The Burnt World of Athas

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Initiation

Short story by Gabriel Cormier

Perkin knew the old man had power; he could see it in his eyes. And when the old man had asked him to follow him, Perkin hadn't hesitated, although he wasn't as sure about this as he had been when he'd left. But he was here now, and nothing was going to stop him from going through with this.

The old man had kept him up all night, talking about the earth and its need for restoration. Perkin had listened for a while, but halfway through the night his attention had started to wander. He had been thinking about the last few months, when it had dawned on him that he cared more about the crops and the soil than he did about his own parents. His friends had started drifting apart from him, starting to call him names; "earth-worm" was a favorite among them. But he didn't care, the idiots could only see as far as their own nose. Perkin had started to think more and more about the sorry state of Athas, but with a land so ravaged, he felt helpless. He had been about to give up his nurturing of the soil -- that was when the old man had come.

He had appeared late one evening, ten or eleven days ago, just as Perkin was about to leave the fields. As he approached, with a cane to help him walk, Perkin couldn't help but wonder what an old man was doing so far from the normal traveling roads. Maybe he had gotten lost, or maybe he had been attacked on the road, although he had walked quite a long way to get here, and he didn't seem injured. He had yelled to the old man, and the old man had looked up and smiled. When Perkin asked him what he wanted, the old man had replied: "I've found who I was looking for."; and when the old man had asked him if he wanted to serve the earth in a more complete manner, Perkin hadn't given it more than a second thought, and had joined the old man.

"And how do you recognize a defiler?" Perkin's head jerked up. He hadn't realized he had nearly fallen asleep. He couldn't remember the old man's question, and had to ask him to repeat it.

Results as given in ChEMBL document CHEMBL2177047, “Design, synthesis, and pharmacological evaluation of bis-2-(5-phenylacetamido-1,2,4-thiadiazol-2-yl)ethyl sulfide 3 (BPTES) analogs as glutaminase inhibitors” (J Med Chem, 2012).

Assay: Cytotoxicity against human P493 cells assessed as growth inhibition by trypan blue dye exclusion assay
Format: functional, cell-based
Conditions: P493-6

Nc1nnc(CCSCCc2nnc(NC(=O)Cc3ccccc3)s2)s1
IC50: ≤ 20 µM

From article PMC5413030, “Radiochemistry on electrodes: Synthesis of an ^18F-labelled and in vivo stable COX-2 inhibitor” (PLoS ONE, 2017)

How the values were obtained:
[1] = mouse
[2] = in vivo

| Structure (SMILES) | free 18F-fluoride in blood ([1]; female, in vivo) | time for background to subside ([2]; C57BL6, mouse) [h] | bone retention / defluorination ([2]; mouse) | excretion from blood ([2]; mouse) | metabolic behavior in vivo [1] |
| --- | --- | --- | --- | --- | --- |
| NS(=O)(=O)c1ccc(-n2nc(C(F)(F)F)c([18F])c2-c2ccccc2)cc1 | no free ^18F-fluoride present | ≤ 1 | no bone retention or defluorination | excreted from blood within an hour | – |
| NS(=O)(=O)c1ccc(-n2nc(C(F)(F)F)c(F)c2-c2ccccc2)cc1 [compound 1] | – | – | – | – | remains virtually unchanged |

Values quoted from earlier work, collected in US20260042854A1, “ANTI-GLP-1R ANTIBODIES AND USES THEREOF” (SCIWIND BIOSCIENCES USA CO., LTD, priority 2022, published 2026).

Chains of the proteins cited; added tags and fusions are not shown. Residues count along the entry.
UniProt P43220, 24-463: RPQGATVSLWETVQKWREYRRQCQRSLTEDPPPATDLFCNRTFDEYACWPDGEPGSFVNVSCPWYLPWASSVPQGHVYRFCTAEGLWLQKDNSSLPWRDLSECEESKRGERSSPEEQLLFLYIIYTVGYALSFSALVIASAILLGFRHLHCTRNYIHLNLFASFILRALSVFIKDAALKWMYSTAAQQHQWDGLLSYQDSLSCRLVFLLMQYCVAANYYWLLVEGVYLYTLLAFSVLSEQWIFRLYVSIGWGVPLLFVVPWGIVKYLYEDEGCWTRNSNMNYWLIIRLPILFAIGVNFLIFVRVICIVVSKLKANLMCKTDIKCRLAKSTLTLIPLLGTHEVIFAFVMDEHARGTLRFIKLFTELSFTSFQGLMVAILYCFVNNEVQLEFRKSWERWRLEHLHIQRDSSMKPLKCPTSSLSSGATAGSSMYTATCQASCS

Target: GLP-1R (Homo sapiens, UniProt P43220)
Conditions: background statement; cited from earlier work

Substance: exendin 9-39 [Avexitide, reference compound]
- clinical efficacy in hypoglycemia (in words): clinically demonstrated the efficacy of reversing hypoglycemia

"You must listen while I talk, else the Earth Lords will punish you if they believe you have learned nothing tonight." Earth Lords? What was the old man talking about? Perkin looked up and saw that it was nearly dawn. He was glad the night was nearly over. Then maybe he would learn the true reason they were here.

"Are you ready, young one? Listen to the earth when it speaks to you, and you will have all you have yearned for." The old man stood up, spread his hands in a semi-circle in front of him, and spoke some strange words that Perkin couldn't understand. A hole appeared in the ground, just deep enough for him to completely hide himself.

"Get in." the old man told him. "Fear not the earth, and no harm will come to you."

Reluctantly, Perkin jumped in the hole. Instantly, he was covered with earth. Panic gripped him. Had the old man brought him here to kill him? Was he some sort of evil priest who required the blood of young people? As the words of doubt drifted through his mind, Perkin could feel the earth finding his way in his nostrils; he couldn't move, he couldn't breathe. "Help!" he yelled, and instantly regretted this. He swallowed a mouthful of damp earth and could feel the earth coming down his throat, choking him. He could feel the bugs crawling down his throat. He couldn't breathe! He was going to die here and no one would ever know what had happened to him. How stupid he was! How could he have believed the old man? He had only heard what he had wanted to hear, what he had yearned for a long time.... but just as he thought he was going to die, he heard a voice inside his head. It was a harsh, grating voice, but surprisingly gentle.

"Do not fear the earth. Relax. Become one with the earth, let it support your spirit, let it banish your fears." Knowing he had no other choice, Perkin tried to feel the earth, to let it support him, but had trouble concentrating.

"Try harder, youngling, for the earth will not accept those weak of mind."

At last Perkin thought of the soil he had cared for, the fields and crops he had given so much of his time, and found that he could breathe. The Earth Lord (for he now recognized the voice, although from where, he didn't know), spoke to him, telling him of the earth's plight, of the need to restore Athas to its former splendor, of the duties he will have to perform should he accept the offer of the Earth lord. And the more the Earth Lord talked, the more Perkin could feel a weight bearing down on his very soul, the plight of the earth, the thousands of years of frustration at seeing Athas turned into a desolate waste. And Perkin knew he had finally found his calling.
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